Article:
Class Confronts 'What Is Science?' with Intelligent Design Trial



By Marilyn Sherman

Class Confronts What Is Science?' with Intelligent Design TrialCindy Conlon's Legal Aspects of Education class confronted the intelligent design controversy head-on by studying the Pennsylvania case of Kitzmiller v. Dover Area School District
Photo by Mark Swindle

One School of Education and Social Policy class tackled the complex question of what constitutes science when it held a mock Supreme Court trial for the nation's first case challenging the teaching of intelligent design.

Cindy Conlon's Legal Aspects of Education class confronted the intelligent design controversy head-on by studying the Pennsylvania case of Kitzmiller v. Dover Area School District. To examine the legal and policy issues surrounding proposals to teach intelligent design in public schools, the class read legal briefs and supporting materials for the case. In addition, associate professor Teresa Horton, a biologist who heads the new Interdisciplinary Committee on Evolutionary Processes at Northwestern, outlined the debate from a scientific point of view. Students also talked with one of the lead attorneys in the Pennsylvania case.

"The question of whether schools can teach about intelligent design in the science curriculum is a question that raises important legal and educational policy issues," says Conlon, an attorney. "The legal issues concern whether allowing such teaching violates the Establishment Clause of the First Amendment, requiring the separation of church and state, and whether prohibiting such teaching violates the academic freedom of teachers." The Dover case was the latest to raise these issues, which have been considered in the courts since the 1925 Scopes "monkey" trial.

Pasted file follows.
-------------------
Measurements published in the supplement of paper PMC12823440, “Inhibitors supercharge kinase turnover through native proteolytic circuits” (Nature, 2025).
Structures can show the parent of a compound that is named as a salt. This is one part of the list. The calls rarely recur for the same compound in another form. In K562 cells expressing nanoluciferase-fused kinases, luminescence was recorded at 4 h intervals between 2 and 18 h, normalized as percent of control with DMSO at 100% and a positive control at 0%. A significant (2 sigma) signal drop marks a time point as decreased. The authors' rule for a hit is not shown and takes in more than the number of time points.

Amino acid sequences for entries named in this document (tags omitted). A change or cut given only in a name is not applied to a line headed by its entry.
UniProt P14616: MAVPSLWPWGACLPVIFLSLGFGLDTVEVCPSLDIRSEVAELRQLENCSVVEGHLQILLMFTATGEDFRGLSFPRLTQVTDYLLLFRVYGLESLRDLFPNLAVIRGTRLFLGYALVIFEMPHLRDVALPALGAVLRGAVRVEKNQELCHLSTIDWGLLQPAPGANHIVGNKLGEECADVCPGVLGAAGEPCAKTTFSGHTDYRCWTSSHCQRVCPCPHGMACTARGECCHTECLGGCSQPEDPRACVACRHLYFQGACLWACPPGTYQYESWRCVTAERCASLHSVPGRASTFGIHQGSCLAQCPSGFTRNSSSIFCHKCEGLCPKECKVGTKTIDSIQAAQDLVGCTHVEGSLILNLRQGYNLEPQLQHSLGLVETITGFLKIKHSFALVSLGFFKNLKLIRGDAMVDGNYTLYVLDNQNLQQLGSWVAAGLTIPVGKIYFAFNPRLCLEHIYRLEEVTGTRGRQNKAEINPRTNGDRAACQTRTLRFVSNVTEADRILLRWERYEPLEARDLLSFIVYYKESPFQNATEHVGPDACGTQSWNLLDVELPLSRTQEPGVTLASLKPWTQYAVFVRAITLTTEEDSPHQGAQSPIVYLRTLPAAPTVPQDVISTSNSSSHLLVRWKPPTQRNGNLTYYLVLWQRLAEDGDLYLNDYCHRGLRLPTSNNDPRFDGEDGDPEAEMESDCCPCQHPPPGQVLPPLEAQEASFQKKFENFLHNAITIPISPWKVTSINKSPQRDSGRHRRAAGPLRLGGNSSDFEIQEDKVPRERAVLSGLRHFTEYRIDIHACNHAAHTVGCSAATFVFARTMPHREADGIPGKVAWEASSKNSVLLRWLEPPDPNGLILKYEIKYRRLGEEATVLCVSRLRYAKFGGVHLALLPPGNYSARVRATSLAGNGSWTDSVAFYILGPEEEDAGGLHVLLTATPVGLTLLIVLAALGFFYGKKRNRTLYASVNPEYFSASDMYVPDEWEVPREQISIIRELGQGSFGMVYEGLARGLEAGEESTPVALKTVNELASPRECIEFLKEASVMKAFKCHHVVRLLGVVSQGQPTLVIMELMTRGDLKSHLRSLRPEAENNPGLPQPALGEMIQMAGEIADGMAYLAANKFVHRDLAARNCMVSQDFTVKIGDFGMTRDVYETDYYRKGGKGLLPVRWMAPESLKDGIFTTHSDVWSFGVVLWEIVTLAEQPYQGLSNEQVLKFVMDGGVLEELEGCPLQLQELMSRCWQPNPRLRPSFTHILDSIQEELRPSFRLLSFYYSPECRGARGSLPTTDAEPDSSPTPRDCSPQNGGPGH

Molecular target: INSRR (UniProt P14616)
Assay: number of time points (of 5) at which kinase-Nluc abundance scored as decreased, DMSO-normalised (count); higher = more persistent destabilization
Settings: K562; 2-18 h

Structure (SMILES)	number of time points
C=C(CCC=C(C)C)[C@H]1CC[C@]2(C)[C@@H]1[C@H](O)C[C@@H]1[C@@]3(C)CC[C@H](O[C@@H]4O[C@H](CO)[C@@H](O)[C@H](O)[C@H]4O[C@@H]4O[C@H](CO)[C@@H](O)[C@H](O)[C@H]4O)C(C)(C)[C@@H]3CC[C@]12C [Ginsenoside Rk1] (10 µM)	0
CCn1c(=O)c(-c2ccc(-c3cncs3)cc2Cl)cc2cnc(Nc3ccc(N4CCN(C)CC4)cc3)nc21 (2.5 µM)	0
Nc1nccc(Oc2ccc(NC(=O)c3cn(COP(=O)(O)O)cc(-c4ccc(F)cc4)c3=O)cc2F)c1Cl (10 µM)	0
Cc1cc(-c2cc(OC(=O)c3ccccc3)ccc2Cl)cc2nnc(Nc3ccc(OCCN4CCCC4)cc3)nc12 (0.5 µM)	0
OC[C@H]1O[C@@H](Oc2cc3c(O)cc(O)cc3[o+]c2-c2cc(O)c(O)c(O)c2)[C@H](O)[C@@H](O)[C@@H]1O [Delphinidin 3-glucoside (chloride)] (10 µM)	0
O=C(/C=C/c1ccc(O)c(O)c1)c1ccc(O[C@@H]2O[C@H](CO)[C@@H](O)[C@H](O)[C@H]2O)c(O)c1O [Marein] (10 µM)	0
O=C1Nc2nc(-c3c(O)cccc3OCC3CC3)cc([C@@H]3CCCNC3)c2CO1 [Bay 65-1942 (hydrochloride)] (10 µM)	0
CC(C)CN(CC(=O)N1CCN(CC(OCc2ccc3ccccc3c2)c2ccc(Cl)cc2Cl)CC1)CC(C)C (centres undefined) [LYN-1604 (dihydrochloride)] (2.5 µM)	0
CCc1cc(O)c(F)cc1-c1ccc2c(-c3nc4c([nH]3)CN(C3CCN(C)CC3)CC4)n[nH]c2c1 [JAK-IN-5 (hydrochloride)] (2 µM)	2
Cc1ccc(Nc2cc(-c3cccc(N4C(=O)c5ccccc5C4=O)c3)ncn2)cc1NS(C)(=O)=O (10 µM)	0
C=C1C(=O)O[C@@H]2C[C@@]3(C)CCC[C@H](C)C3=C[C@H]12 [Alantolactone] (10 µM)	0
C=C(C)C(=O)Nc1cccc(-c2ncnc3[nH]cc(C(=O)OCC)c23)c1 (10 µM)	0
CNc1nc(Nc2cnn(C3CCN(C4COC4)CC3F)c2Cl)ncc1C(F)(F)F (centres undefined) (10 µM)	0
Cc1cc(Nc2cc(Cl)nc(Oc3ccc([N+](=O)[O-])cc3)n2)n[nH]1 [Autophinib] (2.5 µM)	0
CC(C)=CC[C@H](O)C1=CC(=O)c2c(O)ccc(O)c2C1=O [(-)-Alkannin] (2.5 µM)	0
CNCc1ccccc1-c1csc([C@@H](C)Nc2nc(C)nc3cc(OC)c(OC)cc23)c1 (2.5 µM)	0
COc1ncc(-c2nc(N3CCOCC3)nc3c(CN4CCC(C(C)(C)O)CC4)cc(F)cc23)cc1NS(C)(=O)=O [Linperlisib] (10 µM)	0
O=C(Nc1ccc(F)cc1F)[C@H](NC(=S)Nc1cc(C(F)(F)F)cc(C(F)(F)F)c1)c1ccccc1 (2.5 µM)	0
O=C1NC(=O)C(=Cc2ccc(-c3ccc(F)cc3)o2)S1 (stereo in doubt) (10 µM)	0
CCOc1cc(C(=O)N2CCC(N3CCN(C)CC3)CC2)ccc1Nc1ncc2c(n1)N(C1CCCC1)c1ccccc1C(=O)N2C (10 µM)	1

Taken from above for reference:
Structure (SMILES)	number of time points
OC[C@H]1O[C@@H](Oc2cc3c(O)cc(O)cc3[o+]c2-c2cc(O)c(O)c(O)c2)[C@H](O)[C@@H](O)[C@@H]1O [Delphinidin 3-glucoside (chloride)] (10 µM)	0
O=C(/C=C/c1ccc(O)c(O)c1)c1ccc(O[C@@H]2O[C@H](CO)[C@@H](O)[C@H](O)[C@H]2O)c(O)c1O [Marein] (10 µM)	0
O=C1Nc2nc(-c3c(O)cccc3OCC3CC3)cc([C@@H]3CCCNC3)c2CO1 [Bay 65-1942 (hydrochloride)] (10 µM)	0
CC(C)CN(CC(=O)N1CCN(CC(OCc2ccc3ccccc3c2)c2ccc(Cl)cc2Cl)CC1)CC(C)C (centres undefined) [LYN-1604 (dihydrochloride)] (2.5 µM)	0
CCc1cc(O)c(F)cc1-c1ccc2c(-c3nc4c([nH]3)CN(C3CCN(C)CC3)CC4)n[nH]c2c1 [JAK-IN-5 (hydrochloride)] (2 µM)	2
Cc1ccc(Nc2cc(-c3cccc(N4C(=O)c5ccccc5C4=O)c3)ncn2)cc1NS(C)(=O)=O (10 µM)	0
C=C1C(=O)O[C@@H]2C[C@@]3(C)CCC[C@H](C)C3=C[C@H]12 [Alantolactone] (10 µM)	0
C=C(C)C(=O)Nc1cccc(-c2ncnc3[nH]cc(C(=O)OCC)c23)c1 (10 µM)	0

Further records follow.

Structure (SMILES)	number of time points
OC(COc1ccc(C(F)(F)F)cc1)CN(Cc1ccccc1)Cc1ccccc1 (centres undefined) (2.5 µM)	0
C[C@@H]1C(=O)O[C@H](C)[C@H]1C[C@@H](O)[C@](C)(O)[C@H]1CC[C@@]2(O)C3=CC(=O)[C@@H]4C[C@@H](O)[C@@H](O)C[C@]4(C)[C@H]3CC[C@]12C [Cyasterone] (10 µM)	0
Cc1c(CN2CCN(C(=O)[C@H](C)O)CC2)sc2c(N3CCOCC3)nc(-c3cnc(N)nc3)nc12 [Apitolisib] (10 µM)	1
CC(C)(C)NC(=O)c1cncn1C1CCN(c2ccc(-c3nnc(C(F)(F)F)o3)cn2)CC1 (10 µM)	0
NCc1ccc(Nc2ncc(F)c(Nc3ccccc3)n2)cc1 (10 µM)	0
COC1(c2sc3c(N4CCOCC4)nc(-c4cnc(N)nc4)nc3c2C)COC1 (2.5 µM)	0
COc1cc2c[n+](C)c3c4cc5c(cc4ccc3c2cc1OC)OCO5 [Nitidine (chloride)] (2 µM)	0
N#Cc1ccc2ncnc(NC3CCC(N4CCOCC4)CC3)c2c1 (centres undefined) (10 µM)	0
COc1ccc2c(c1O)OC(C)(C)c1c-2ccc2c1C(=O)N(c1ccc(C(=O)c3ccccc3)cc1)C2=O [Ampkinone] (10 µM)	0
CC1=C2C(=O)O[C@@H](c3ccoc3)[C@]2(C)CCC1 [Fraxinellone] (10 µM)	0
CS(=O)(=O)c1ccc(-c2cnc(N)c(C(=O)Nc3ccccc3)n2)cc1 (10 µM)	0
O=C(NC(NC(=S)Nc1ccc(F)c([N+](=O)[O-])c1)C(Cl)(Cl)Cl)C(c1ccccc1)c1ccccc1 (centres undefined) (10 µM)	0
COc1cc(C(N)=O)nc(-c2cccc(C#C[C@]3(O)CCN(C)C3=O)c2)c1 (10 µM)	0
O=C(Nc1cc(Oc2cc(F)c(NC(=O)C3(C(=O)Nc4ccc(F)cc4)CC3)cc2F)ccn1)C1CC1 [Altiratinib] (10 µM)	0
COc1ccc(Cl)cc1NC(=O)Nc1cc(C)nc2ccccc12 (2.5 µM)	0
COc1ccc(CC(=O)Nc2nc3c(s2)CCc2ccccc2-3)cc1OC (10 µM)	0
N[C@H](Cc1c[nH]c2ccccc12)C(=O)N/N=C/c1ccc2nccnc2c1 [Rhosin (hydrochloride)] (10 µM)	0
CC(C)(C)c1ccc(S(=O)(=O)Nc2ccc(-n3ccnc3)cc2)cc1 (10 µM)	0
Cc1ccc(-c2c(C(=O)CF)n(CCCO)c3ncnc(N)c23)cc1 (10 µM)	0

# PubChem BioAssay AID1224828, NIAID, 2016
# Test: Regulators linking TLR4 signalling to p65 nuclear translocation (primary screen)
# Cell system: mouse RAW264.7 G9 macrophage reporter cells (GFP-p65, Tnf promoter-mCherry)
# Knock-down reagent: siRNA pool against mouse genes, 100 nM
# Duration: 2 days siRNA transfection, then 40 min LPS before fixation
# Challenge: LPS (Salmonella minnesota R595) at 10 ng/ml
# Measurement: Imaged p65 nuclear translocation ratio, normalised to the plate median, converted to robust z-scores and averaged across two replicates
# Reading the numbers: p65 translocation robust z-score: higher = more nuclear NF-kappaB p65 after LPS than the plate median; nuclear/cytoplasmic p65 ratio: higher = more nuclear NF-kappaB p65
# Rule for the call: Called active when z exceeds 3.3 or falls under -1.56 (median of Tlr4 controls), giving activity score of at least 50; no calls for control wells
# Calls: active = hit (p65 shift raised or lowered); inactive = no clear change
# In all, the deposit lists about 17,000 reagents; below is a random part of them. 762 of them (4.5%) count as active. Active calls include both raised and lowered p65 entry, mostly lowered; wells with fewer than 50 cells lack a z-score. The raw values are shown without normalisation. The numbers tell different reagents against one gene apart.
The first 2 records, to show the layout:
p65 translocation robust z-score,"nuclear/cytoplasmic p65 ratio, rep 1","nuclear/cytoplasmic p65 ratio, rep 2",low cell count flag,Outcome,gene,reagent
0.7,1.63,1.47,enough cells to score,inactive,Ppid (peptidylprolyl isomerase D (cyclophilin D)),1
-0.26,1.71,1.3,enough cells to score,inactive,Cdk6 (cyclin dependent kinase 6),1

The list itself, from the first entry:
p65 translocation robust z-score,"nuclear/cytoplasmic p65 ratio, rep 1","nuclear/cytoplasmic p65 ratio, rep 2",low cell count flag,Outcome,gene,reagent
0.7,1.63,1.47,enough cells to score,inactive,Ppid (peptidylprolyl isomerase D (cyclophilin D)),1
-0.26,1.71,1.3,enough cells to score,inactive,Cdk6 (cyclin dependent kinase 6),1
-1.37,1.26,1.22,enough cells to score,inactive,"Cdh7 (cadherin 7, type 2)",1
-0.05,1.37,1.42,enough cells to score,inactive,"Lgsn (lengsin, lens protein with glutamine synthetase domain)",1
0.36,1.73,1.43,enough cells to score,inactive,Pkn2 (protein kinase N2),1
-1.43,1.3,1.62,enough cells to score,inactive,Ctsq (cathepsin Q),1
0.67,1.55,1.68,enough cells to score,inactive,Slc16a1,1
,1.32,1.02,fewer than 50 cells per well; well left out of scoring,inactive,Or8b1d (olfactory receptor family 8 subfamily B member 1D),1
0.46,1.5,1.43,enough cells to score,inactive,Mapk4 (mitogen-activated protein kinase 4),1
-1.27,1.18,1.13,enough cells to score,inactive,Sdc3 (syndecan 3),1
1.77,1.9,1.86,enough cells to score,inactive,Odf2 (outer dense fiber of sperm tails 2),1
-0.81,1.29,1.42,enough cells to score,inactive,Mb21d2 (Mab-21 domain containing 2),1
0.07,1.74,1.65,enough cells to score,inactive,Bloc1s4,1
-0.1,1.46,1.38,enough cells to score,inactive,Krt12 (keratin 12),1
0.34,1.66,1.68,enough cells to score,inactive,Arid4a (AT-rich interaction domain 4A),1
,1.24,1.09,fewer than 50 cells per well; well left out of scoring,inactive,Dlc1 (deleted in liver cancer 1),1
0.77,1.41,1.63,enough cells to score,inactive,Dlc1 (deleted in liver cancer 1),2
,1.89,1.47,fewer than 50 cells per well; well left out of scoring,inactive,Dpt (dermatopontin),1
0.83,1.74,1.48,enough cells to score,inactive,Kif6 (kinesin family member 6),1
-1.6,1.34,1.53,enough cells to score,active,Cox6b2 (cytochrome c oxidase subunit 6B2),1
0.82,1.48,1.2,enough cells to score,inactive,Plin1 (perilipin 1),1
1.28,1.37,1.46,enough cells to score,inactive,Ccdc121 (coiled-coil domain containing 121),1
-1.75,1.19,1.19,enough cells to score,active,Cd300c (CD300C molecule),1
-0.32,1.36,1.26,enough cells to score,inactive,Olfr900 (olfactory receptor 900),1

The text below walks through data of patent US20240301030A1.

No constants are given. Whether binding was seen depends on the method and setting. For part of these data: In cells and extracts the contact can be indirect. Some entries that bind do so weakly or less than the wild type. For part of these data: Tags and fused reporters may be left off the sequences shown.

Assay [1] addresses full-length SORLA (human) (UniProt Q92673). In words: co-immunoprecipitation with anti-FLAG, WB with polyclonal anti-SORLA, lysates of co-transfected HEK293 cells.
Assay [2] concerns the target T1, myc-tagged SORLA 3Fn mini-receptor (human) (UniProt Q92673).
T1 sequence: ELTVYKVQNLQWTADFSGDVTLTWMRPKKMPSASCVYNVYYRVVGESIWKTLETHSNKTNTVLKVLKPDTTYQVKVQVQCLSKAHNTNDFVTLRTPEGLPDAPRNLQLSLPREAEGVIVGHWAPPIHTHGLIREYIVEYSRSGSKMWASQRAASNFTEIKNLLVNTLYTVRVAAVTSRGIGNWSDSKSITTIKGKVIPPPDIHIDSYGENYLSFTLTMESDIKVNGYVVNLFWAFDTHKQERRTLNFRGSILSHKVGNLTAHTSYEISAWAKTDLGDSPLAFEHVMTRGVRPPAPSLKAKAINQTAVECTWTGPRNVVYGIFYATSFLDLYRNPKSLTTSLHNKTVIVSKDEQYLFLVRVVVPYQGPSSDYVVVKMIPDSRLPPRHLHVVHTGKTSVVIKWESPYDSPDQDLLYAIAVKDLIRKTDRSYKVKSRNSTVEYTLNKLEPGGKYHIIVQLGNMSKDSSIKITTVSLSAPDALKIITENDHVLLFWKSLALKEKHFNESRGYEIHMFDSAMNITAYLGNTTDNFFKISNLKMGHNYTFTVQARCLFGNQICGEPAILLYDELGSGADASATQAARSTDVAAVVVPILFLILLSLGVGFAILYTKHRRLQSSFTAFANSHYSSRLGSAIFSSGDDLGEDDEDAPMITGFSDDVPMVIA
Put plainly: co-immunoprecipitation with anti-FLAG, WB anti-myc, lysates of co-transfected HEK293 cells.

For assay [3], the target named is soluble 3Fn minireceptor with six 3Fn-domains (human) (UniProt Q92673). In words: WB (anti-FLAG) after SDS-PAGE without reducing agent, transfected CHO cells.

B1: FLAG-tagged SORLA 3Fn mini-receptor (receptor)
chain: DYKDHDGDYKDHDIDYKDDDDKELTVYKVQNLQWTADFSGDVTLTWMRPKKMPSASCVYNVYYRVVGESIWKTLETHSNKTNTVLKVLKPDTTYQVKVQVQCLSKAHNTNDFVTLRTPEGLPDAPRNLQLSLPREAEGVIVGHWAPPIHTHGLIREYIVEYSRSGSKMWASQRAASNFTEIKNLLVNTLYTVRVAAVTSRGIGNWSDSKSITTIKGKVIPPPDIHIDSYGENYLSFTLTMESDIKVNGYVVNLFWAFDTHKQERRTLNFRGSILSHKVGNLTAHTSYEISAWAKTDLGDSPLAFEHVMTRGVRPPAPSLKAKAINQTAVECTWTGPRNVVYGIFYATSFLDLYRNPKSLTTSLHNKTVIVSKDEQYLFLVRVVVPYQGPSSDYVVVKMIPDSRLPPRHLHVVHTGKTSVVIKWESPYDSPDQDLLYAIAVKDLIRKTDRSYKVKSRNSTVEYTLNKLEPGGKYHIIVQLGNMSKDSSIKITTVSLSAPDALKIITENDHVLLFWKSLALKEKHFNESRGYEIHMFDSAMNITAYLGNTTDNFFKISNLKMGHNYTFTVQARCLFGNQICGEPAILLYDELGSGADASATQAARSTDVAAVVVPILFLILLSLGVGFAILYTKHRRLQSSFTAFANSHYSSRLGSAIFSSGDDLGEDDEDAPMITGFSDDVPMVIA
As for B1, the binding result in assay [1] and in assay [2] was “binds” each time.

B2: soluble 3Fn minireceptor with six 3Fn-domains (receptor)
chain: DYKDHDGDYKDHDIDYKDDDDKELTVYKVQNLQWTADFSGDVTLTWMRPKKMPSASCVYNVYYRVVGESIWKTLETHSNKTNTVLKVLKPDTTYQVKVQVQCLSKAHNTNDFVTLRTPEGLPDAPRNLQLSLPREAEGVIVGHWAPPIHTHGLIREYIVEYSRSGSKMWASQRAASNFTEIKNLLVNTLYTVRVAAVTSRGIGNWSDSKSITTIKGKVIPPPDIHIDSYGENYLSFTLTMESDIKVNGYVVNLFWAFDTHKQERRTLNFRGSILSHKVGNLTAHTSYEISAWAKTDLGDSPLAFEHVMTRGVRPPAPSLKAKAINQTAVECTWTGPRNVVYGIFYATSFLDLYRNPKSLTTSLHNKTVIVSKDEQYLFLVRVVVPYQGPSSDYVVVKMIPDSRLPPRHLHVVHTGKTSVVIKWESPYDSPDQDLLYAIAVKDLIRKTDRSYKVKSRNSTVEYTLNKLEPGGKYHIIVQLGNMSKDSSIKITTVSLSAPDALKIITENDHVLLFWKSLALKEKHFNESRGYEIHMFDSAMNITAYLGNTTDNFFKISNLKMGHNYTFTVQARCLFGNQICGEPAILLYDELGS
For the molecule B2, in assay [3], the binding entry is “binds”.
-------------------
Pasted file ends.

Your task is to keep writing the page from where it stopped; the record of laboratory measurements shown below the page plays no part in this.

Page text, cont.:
"The policy issues concern how science standards should be drafted, and school boards all across the country are debating this issue," notes Conlon. "Since a 2005 poll found that nearly two-thirds of Americans believe that creationism should be taught alongside evolution in schools, the controversy is not likely to end. Educators and policy makers need to be informed and ready to enter into the national discussion."

Two weeks after Conlon's course ended, the federal judge in the Dover case ruled that the school district could not teach intelligent design in science classes. "We have concluded that it is not [science]," wrote U.S. District Court Judge John Jones, saying that the Dover district had violated the separation of church and state. In his 139-page opinion issued after the six-week trial, Jones stated, "No other tribunal in the United States is in a better position than we are to traipse into this controversial area." Whether Jones's analysis persuades other potential litigants and other courts remains to be seen.
By Marilyn Sherman with photos by Mark Swindle